Clerics back Md. tobacco tax increase Coalition supports $1.50-per-pack rise aimed at teen-agers

'Nobody should smoke'

Denominations' decision termed 'a breakthrough'

July 14, 1998|By John Rivera | John Rivera,SUN STAFF

A coalition of religious leaders representing Baptists, Methodists, Lutherans and others lent their support yesterday to an initiative that aims to curb teen smoking by raising the Maryland state tax on cigarettes $1.50 a pack.

The broad-based support of the members of the Central Maryland Ecumenical Council for the Maryland Children's Initiative is considered significant because, while individual religious denominations may have discouraged smoking among their members, they have not been in the forefront of the legal and political anti-smoking movement.

The initiative was endorsed at a news conference yesterday at the council's North Baltimore offices by the local Lutheran and United Methodist bishops, and representatives of the Interdenominational Ministerial Alliance, Clergy United for the Renewal of East Baltimore, the United Missionary Baptist Convention, the American Baptist Churches of the South and the Presbyterian Church (USA).

"It is a groundbreaking step," said United Methodist Bishop Felton Edwin May of the Baltimore-Washington Conference, which passed a resolution at its annual meeting last month endorsing the initiative. "It shows cohesiveness and collaboration at a level that would move this issue ahead. None of us as individuals or as denominations can do it alone."

May noted that Methodists have long discouraged tobacco use, and as early as 1918, required applicants for ministry to abstain from its use.

His colleague, Lutheran Bishop George Mocko, said that his denomination had no such reluctance.

"Nobody should smoke. Not children, not teen-agers, not adults," he said. "Now it may seem strange to have a Lutheran standing up here saying this because we have been known for years as having a lot of fun, making fun of Baptists and Methodists for spending so much time for getting exercised on this subject.

'We were wrong'

"Well, on smoking we were wrong and they were right," he said. "It comes down to the proper stewardship of our bodies."

The Rev. Sidney Daniels, representing the Interdenominational Ministerial Alliance, a coalition of Baltimore's African-American clergy, said the initiative's goal to reduce smoking among youths "lays hold of a basic principle: Children should not be influenced to do the wrong thing, to contaminate their bodies, destroy their lives, to make profit for the death dealers who are selling cigarettes."

Vincent DeMarco, executive director of the initiative, said the ministers joined a group of more than 290 state and local organizations that have endorsed the tobacco tax increase. DeMarco said every candidate for the General Assembly is being asked to endorse the $1.50-per-pack cigarette tax increase, and his organization will publicize which candidates agree to support it and which don't.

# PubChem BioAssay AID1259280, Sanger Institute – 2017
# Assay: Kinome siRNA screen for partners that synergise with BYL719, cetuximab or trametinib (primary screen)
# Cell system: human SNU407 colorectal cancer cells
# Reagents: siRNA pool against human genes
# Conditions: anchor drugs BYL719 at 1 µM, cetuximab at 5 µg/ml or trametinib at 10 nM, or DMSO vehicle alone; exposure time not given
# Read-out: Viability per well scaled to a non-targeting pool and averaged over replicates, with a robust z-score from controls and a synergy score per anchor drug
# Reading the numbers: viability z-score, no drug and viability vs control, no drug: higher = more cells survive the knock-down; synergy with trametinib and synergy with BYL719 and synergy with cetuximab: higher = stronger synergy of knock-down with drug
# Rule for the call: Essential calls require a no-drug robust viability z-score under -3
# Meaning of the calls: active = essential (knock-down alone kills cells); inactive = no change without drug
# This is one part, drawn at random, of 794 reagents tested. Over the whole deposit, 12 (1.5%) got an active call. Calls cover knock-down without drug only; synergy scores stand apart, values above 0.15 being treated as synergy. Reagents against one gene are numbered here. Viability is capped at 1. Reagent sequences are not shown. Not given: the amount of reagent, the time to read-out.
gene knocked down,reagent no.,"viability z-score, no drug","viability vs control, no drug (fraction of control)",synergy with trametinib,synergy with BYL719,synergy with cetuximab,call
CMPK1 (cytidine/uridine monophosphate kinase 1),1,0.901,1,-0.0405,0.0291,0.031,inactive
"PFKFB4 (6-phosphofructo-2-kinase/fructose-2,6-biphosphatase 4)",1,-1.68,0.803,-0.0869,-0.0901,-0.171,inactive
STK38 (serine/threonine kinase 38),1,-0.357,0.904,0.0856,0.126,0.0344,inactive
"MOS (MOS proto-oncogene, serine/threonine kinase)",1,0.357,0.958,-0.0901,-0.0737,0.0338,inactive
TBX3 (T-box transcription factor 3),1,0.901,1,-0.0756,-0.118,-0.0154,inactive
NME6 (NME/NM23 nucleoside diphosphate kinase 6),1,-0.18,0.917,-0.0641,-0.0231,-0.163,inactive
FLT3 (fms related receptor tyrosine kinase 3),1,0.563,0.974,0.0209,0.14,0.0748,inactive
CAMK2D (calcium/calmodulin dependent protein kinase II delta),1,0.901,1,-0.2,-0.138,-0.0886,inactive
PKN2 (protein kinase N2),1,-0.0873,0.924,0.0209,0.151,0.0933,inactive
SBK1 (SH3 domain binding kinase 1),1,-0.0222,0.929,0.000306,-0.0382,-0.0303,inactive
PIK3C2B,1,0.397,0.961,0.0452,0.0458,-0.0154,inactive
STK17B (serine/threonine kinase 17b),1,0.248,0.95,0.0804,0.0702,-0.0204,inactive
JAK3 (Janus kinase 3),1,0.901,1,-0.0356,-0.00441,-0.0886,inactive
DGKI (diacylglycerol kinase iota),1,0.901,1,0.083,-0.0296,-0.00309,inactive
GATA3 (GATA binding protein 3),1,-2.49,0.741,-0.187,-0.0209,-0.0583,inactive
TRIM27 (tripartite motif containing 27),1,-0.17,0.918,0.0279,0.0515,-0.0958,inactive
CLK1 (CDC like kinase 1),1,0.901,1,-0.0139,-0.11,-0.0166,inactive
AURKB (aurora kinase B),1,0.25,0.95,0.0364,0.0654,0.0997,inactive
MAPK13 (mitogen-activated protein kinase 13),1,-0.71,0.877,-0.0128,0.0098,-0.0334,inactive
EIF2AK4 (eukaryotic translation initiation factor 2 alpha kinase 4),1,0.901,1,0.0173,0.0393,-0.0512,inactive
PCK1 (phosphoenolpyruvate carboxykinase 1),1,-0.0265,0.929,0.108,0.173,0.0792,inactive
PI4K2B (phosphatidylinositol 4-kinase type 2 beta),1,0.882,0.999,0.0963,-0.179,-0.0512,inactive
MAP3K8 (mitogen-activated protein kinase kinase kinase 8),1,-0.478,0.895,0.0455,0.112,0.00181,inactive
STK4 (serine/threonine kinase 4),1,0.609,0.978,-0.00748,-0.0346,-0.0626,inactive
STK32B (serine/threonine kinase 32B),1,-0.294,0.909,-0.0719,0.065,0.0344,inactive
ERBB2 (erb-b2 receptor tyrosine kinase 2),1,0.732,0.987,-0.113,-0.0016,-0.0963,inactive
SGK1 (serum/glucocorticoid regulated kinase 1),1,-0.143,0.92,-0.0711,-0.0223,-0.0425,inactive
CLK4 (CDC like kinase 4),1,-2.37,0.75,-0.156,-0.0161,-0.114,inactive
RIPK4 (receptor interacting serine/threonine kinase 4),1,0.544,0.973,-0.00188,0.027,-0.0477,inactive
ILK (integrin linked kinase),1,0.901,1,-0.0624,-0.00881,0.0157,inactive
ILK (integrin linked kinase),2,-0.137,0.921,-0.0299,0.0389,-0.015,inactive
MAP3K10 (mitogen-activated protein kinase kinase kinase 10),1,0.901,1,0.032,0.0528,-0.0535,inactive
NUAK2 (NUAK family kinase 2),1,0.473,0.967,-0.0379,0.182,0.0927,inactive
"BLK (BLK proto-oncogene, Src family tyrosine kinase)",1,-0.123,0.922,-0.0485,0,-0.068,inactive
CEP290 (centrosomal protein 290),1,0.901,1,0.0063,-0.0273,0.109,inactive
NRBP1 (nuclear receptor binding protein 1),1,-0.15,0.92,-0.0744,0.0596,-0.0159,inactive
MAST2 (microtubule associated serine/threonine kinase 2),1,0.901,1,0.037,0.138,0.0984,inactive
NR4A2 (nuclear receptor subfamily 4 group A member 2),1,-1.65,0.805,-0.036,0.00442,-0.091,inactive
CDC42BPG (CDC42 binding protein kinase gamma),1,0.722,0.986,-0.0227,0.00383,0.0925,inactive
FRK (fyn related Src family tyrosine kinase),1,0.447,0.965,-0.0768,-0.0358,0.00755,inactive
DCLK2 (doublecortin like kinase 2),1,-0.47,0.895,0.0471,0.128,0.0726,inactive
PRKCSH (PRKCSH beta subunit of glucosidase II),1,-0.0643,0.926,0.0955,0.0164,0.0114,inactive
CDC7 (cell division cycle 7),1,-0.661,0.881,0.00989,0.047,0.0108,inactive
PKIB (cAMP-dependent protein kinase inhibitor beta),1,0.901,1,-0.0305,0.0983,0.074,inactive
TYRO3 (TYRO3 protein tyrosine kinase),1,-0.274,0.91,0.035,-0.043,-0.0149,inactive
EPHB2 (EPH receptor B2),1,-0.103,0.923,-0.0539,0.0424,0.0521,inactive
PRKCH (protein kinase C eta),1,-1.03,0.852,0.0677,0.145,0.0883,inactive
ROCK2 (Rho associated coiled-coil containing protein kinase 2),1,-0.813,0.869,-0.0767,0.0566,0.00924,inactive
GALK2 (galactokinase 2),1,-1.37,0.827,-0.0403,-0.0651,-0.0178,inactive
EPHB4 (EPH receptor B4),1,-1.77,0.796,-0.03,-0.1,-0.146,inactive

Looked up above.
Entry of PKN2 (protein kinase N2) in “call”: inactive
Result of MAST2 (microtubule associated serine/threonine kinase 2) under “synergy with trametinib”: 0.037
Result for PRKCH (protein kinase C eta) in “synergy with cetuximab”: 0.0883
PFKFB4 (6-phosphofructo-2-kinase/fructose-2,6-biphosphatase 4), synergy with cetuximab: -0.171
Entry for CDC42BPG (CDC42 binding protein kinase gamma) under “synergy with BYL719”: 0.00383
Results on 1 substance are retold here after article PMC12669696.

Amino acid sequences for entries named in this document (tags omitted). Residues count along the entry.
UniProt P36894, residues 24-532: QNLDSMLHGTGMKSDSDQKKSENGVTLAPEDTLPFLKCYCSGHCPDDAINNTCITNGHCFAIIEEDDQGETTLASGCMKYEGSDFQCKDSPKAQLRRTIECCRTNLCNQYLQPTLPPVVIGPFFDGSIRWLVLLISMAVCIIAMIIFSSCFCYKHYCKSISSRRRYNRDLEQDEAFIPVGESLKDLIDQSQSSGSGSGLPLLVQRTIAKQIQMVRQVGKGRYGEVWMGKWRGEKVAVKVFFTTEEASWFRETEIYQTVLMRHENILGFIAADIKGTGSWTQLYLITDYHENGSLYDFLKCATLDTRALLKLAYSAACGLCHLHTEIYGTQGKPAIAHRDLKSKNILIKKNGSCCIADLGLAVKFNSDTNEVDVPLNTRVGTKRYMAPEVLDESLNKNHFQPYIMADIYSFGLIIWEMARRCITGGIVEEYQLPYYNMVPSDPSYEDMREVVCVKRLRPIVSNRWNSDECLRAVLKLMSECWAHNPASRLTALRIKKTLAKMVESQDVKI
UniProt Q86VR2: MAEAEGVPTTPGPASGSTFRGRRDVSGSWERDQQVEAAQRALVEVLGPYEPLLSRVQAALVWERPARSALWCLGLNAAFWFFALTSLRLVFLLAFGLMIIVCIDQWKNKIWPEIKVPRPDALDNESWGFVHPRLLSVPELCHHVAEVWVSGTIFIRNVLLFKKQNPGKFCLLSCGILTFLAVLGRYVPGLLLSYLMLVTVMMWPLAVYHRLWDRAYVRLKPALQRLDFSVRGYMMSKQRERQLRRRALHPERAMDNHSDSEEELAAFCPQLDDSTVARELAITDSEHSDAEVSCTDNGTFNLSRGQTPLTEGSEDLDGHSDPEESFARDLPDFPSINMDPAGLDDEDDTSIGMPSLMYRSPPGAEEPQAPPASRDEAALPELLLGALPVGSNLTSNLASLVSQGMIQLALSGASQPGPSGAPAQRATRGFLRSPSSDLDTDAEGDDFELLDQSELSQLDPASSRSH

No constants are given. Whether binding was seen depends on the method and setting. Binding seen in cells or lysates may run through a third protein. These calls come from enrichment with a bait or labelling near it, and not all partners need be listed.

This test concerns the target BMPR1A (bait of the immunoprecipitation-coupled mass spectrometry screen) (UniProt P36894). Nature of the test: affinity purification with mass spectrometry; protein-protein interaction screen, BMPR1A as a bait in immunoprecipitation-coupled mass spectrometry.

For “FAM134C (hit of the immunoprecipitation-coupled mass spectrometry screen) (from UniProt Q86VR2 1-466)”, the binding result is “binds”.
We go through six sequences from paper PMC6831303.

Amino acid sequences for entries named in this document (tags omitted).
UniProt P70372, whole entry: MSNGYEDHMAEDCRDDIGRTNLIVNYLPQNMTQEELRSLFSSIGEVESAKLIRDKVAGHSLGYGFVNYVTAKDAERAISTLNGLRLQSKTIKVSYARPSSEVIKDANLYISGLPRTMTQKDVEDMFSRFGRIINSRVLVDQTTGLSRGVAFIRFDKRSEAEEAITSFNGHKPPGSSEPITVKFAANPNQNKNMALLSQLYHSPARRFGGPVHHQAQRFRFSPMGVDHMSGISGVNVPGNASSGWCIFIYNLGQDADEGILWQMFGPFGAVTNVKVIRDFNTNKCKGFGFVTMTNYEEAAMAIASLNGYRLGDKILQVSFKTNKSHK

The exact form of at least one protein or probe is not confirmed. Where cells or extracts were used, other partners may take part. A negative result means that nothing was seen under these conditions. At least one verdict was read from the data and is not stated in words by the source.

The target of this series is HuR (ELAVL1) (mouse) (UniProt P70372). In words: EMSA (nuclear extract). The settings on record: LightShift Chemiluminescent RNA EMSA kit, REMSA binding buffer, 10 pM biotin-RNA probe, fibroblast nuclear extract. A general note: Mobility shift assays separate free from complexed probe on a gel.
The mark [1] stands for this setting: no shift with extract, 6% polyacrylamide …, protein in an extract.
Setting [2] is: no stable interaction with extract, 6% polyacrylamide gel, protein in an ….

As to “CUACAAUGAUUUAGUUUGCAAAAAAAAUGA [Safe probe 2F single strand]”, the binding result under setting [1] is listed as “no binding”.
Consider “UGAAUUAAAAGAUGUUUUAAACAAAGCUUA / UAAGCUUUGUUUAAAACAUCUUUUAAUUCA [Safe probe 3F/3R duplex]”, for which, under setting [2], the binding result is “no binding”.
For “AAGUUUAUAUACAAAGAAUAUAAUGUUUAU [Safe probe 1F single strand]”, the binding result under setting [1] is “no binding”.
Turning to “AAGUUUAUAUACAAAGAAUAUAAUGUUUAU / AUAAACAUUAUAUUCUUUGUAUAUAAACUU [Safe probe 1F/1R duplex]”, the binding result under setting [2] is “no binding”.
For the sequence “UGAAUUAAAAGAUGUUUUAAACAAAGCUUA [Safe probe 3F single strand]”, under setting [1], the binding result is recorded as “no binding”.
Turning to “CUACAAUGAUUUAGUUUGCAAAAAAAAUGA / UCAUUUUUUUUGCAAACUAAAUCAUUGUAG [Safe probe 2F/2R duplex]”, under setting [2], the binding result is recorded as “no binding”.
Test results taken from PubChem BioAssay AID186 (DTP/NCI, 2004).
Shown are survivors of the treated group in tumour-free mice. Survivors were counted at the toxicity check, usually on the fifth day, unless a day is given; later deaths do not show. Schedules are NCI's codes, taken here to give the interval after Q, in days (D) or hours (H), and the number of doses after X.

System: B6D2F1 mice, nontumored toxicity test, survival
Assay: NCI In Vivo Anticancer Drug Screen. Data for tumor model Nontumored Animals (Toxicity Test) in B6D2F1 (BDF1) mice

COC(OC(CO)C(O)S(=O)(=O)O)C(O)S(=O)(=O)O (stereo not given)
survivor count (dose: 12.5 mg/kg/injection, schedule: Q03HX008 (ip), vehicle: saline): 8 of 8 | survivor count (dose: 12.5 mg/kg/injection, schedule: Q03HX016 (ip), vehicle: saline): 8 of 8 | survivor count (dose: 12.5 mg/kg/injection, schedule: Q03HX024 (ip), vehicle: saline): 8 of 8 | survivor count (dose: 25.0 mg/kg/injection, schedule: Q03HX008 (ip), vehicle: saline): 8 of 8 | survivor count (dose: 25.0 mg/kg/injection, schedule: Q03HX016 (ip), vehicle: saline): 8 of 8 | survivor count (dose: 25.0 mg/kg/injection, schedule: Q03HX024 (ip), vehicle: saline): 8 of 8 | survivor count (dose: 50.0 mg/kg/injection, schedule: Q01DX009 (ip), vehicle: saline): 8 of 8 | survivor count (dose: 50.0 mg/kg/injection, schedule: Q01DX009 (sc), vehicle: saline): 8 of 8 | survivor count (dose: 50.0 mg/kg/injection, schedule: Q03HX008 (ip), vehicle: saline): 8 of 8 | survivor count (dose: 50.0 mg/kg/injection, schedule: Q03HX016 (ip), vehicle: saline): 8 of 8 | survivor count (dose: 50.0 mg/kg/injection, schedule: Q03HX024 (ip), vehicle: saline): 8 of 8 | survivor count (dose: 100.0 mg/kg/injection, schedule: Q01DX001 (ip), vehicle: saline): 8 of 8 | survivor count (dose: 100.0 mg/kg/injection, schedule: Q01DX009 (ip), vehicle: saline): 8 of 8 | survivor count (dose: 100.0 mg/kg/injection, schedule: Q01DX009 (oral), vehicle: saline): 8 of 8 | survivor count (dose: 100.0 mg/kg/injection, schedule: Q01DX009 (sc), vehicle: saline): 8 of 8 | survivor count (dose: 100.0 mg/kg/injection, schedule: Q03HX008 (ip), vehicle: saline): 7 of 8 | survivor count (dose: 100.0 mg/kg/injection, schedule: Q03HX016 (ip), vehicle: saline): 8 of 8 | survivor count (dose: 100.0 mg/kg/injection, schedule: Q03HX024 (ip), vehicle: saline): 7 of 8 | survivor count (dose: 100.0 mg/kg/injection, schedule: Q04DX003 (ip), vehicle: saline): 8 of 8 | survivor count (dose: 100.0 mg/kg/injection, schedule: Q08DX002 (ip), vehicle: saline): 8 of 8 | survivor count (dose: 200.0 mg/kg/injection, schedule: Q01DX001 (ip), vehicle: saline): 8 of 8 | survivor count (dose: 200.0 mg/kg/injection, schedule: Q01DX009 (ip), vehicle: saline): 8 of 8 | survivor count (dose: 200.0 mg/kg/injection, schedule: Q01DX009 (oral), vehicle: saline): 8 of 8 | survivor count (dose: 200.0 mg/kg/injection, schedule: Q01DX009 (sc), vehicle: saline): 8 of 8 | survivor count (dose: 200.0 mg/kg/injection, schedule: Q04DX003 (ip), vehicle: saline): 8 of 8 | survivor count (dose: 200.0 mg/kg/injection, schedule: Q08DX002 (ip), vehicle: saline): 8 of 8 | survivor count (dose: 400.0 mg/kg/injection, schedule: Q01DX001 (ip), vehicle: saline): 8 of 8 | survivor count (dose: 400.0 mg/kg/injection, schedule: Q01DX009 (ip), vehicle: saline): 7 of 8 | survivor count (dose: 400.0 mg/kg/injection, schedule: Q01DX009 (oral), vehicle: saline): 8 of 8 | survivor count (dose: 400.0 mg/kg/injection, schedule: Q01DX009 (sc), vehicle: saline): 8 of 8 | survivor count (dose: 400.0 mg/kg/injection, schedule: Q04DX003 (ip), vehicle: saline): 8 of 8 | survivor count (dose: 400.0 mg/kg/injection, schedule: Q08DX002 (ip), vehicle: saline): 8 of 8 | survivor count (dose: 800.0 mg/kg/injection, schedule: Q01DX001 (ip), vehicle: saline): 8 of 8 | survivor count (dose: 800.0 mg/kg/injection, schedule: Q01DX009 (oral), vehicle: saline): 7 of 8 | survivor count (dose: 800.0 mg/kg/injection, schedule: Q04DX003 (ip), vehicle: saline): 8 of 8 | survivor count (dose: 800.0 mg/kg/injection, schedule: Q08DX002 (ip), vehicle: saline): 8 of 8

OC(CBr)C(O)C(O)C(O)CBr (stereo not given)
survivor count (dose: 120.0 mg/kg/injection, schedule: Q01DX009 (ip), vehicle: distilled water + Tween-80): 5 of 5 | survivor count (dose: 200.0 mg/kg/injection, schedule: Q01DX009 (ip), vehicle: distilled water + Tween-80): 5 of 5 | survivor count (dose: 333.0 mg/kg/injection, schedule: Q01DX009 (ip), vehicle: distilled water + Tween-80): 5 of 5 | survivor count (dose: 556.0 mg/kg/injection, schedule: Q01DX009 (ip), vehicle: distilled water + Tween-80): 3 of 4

Brendan McCormick, spokesman for Philip Morris Cos., the nation's largest tobacco company, called the proposal "nothing more than a thinly veiled attempt to raise taxes at a time when the state has a $317 million budget surplus."

'Not about youth smoking'

"Given that the issue is youth smoking, Philip Morris strongly supports efforts to keep tobacco products out of the hands of kids. However, this is about raising taxes. It is not about youth smoking," he said.

Richard Daynard, a Boston law professor and chairman of the Tobacco Products Liability Project, said that as far as he is aware, the involvement of religious groups in the anti-tobacco movement has been limited to resolutions passed in annual conventions and the divestment of tobacco stock by many denominations.

Addressing specifics

"In general, they have not been on the front lines of specific tobacco control initiatives, with the exception of divestment," he said. "So I think it's very important they're coming out and not just saying, 'In general, one ought to do something,' but saying specifically these things should be done and should be done by our legislature and should be done this year."

John F. Banzhaf III, an anti-smoking pioneer who is executive director of the Washington-based Action on Smoking and Health, called the coalition's support for the tobacco tax increase "a breakthrough."

Up until now, "there have been sporadic involvements" in the anti-smoking movement by religious groups, most notably the Seventh-day Adventists and the Mormon Church. Otherwise, he said, "in terms of a religious organization using its might or strongly proselytizing [against smoking], I'm not aware of much of that."

Pub Date: 7/14/98

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